Beware of Scholarship Scams

graduationFiguring out how to pay for college is stressful for most parents and may be out-of-reach for some families. My husband and I have three college-bound teenage daughters, and our oldest will be attending St. Lawrence University in New York this year. Tuition, books, and room and board will exceed $70,000 annually, not including countless round-trip flights between California and New York. Yikes! Those costs add up quickly, especially during the years all three of our girls will be attending college at the same time. Scholarships are a great opportunity to fill in the funding gaps, but beware of potential scams:

  • Fees and guarantees – Legitimate scholarship services do not guarantee scholarships for a fee. While some reputable companies do offer fee-based lists of available scholarships, the lists are available for free to families willing to do some research. Be willing to pay a fee only for the convenience of the service, not for a guaranteed match.
  • Official-sounding name – Using “National” or “Federal” in the name might sound legitimate, but always verify the scholarship organization is endorsed by a reputable source. The Better Business Bureau (www.BBB.org) and the Federal Trade Commission (www.ftccomplaintassistant.gov) track consumer scam complaints.
  • Requests for personal information – There should be no fee to apply for scholarships, so never give your credit card number or bank information on an application.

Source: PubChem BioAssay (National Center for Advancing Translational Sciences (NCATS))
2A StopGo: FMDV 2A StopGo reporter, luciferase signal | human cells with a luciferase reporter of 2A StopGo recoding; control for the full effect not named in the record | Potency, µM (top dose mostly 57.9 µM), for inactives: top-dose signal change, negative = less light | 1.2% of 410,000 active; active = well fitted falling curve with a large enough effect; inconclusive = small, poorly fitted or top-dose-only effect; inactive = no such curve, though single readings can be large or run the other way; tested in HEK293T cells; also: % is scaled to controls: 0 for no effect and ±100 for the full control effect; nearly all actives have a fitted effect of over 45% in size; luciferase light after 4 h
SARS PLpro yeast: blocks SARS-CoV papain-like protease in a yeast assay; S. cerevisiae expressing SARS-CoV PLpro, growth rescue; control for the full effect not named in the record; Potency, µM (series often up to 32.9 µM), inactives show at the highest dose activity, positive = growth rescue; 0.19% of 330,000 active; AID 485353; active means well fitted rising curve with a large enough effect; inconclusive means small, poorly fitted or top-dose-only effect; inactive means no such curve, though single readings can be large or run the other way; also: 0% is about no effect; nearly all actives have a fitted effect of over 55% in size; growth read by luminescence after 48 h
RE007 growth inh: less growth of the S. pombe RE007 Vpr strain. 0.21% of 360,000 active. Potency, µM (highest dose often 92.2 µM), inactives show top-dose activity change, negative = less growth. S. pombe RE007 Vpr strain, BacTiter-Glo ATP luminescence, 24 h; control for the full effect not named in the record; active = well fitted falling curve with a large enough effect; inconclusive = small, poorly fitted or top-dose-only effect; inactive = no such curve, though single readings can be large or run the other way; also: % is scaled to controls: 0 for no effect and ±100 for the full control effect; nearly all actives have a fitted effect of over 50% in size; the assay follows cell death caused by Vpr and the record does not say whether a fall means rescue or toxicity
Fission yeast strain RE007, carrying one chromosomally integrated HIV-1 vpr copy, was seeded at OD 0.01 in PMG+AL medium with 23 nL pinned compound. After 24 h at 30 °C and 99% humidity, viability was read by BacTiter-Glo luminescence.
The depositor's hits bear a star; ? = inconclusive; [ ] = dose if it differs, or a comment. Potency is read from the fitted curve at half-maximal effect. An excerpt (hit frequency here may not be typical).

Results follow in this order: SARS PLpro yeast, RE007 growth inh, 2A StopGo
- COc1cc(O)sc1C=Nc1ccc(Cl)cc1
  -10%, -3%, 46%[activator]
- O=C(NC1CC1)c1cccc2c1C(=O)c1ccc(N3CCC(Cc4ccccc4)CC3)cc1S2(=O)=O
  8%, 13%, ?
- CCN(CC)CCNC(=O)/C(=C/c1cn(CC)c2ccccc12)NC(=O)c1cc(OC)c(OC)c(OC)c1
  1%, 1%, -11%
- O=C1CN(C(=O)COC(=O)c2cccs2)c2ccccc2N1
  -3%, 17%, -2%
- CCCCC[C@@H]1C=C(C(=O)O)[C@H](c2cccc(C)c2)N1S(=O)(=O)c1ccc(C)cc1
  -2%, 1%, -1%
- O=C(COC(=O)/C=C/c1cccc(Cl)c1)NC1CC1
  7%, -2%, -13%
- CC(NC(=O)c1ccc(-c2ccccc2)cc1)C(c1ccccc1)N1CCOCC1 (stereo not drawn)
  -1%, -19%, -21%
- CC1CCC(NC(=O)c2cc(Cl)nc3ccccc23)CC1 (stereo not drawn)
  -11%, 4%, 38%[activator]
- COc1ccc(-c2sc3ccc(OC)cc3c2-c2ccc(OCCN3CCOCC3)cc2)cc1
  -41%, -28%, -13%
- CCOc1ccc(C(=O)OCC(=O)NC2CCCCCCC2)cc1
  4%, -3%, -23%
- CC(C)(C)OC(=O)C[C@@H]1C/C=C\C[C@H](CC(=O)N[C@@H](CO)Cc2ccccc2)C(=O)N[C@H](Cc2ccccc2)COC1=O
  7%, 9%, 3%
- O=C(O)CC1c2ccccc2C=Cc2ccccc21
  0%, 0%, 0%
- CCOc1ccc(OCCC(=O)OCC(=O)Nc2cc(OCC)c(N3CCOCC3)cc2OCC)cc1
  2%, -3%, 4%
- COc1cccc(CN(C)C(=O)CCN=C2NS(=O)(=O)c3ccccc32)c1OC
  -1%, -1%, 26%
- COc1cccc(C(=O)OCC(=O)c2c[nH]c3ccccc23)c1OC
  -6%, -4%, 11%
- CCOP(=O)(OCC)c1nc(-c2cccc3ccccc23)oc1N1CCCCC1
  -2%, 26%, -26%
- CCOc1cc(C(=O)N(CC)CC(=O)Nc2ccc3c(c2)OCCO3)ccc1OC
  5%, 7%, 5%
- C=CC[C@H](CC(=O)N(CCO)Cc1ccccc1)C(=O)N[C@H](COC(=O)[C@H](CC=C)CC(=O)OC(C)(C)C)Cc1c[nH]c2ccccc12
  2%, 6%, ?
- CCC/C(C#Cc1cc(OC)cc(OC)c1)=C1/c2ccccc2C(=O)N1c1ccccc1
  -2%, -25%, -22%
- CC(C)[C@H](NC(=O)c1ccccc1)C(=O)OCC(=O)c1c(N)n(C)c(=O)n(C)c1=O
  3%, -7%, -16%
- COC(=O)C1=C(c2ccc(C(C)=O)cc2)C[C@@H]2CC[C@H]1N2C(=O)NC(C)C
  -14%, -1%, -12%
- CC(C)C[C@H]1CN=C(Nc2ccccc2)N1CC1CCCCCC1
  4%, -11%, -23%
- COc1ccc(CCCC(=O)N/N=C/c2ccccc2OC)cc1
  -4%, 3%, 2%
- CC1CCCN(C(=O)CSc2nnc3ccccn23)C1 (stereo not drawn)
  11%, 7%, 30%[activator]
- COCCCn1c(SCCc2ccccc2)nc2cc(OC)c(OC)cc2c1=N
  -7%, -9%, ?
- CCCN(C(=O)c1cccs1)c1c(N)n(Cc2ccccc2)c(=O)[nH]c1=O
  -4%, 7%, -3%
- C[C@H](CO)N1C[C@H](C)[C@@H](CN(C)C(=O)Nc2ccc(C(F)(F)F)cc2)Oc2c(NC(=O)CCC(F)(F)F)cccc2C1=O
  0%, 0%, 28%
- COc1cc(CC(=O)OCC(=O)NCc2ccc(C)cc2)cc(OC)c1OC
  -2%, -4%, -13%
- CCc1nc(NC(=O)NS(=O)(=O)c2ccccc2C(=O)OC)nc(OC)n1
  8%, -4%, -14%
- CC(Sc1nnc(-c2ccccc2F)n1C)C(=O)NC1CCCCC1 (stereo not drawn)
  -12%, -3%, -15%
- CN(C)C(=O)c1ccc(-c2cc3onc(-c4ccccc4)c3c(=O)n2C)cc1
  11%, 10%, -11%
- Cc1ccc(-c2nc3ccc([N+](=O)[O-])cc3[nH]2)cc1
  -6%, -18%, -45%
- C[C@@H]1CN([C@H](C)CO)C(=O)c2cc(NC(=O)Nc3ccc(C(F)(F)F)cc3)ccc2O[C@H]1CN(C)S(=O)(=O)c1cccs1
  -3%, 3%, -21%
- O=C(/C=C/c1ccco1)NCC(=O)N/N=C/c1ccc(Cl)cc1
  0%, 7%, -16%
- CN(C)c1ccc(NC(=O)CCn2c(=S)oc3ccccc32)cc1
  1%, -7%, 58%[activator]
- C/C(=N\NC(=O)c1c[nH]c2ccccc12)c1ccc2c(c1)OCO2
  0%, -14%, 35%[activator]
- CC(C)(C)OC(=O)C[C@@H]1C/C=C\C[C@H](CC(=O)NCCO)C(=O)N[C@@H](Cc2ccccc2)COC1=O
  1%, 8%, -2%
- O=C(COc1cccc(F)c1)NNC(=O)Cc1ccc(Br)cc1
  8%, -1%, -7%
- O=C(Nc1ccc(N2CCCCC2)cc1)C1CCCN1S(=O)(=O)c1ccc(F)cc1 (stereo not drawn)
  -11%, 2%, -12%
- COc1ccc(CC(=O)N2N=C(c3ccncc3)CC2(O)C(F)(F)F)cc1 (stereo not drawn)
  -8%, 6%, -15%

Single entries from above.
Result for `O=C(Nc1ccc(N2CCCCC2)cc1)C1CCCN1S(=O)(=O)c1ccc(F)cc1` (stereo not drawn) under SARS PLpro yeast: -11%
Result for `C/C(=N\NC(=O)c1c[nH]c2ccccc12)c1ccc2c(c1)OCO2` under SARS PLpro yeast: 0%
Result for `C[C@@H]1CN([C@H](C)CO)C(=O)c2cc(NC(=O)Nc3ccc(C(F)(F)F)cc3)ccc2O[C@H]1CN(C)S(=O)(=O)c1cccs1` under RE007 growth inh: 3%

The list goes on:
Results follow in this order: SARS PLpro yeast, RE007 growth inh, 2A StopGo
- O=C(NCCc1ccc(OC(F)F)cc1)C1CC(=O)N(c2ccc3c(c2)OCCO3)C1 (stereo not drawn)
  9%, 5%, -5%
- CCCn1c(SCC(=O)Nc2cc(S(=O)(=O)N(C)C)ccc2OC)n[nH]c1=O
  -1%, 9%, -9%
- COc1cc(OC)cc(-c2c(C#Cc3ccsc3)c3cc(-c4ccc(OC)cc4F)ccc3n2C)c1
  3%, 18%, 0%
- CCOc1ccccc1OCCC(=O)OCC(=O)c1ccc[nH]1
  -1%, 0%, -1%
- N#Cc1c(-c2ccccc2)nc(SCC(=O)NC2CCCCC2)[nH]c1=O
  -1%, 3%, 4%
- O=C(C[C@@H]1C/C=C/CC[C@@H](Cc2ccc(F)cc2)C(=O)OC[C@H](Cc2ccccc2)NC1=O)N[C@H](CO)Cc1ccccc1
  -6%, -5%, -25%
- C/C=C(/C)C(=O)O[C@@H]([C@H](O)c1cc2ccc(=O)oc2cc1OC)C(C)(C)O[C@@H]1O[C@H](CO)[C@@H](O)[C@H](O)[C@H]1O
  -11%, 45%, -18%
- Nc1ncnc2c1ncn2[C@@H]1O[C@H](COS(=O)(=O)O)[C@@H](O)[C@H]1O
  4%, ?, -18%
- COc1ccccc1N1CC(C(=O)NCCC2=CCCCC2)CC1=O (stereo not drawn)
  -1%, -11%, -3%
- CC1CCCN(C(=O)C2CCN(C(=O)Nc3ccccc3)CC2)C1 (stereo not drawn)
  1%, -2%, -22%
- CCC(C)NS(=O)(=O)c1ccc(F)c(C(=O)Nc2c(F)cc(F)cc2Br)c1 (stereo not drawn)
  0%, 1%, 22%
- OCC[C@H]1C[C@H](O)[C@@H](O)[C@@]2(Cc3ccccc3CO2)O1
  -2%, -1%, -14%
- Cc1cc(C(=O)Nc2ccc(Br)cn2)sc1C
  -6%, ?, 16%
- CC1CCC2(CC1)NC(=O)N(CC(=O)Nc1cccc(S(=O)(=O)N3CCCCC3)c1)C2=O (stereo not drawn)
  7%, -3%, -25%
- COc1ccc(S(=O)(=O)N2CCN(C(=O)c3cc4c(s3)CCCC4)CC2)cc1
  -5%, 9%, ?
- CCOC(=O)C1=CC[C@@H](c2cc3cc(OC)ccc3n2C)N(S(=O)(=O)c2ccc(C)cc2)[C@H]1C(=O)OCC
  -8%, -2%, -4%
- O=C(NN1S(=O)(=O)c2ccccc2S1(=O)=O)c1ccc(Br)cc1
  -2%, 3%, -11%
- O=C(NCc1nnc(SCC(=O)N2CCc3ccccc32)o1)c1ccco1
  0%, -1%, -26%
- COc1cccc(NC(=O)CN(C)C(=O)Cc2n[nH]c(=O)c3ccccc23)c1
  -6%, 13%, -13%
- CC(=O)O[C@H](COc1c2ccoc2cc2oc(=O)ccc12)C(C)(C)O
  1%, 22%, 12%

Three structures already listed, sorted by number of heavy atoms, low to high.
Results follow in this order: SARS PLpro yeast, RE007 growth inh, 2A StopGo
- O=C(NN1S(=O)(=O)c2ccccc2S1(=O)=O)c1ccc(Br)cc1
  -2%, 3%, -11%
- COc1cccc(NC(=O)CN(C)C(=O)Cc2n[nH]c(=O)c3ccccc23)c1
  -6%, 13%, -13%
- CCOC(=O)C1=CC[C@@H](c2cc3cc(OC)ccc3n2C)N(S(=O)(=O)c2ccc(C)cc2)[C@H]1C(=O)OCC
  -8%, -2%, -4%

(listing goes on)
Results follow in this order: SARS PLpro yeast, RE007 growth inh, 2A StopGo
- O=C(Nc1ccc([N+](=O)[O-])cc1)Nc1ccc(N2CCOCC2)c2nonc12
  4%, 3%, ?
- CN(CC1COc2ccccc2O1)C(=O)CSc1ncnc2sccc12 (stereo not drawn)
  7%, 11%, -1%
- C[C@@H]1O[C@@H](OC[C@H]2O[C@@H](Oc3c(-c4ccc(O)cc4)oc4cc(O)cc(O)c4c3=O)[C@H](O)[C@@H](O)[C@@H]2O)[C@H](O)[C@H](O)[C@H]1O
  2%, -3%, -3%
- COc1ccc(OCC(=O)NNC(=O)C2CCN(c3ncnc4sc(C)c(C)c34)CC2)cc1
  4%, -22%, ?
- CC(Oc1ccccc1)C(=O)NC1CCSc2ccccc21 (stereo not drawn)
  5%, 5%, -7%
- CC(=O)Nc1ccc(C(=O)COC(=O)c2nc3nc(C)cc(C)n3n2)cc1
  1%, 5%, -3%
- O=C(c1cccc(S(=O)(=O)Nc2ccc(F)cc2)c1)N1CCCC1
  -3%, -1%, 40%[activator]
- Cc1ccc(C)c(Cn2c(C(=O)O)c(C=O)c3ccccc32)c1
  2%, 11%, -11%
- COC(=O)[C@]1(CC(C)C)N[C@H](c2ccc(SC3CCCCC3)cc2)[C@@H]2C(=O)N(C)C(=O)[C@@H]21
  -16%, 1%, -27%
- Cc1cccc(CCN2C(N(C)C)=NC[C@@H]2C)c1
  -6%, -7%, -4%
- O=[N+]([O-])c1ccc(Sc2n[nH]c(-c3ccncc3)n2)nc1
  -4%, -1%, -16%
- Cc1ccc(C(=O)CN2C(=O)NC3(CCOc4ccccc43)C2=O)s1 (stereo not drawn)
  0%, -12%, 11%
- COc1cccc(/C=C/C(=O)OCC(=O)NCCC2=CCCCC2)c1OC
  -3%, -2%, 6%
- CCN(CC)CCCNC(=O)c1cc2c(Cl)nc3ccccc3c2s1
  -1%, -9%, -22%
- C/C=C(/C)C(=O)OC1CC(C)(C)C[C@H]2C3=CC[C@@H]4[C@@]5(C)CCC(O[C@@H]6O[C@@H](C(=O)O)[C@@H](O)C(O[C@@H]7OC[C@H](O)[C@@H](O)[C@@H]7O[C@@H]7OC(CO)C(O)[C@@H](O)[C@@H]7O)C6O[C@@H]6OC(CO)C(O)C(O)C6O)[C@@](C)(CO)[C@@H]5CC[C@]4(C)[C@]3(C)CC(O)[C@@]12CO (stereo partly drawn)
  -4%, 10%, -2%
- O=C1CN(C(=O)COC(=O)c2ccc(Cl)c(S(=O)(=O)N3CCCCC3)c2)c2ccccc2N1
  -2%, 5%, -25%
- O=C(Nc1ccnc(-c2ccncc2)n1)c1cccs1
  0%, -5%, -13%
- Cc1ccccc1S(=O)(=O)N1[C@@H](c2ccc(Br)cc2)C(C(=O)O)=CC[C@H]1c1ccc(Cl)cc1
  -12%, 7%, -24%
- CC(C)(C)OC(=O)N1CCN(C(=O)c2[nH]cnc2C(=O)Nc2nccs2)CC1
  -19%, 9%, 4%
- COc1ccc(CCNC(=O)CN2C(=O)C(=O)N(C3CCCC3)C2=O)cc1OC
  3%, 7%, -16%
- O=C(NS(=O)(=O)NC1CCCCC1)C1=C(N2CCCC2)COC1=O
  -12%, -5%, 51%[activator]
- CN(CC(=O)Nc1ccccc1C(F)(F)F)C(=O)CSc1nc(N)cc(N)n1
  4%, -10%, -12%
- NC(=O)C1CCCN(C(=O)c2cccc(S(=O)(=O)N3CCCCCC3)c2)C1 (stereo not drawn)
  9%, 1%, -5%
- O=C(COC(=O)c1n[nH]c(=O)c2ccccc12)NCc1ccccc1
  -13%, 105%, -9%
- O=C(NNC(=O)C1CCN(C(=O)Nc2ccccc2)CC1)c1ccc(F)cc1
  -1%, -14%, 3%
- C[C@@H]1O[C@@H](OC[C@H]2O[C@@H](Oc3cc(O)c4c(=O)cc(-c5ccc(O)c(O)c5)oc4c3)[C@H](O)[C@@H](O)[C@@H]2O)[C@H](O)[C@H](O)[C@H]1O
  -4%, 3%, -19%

• Awarded a scholarship you didn’t apply for – This is a red flag for scammers marketing sales pitches offering financial aid assistance.
  • Define “scholarship” – Over time, the term “scholarship” has become synonymous with any type of financial aid. Some fee-based services send lists of student loan opportunities or work-study discounts and call them “scholarships,” disappointing cash-strapped families seeking traditional scholarships.
  • Claims that a company has exclusive access – Legitimate scholarship providers offer scholarships because they want to award them. There are no secret scholarships exclusively available to fee-based services.
  • Watch out for companies offering to fill out your FAFSA – The Free Application for Federal Student Aid (FAFSA) is long, detailed, and a dreaded chore filled with personal financial information. It takes significant time to prepare because it contains a lot of data…data that should be kept confidential. Bite the bullet and get it done yourself.

The good news is that there are many free and honest resources available. Speak to your student’s high school guidance office. Fill out the Free Application for Federal Student Aid (FAFSA) to determine eligibility for all Federal programs and many non-need awards. Beware of unsolicited offers. Do your research.

Remember, applying for financial aid and scholarships is time-consuming, so plan accordingly. You know your student’s unique strengths, interests, and skills and can best match them with potential awards. Besides, going through this painstaking task with my teenage daughter is giving me one last sliver of time before she jets off to her new life in New York.

Lia Adams
“You don’t earn trust in a day. You earn trust in your day-by-day.”

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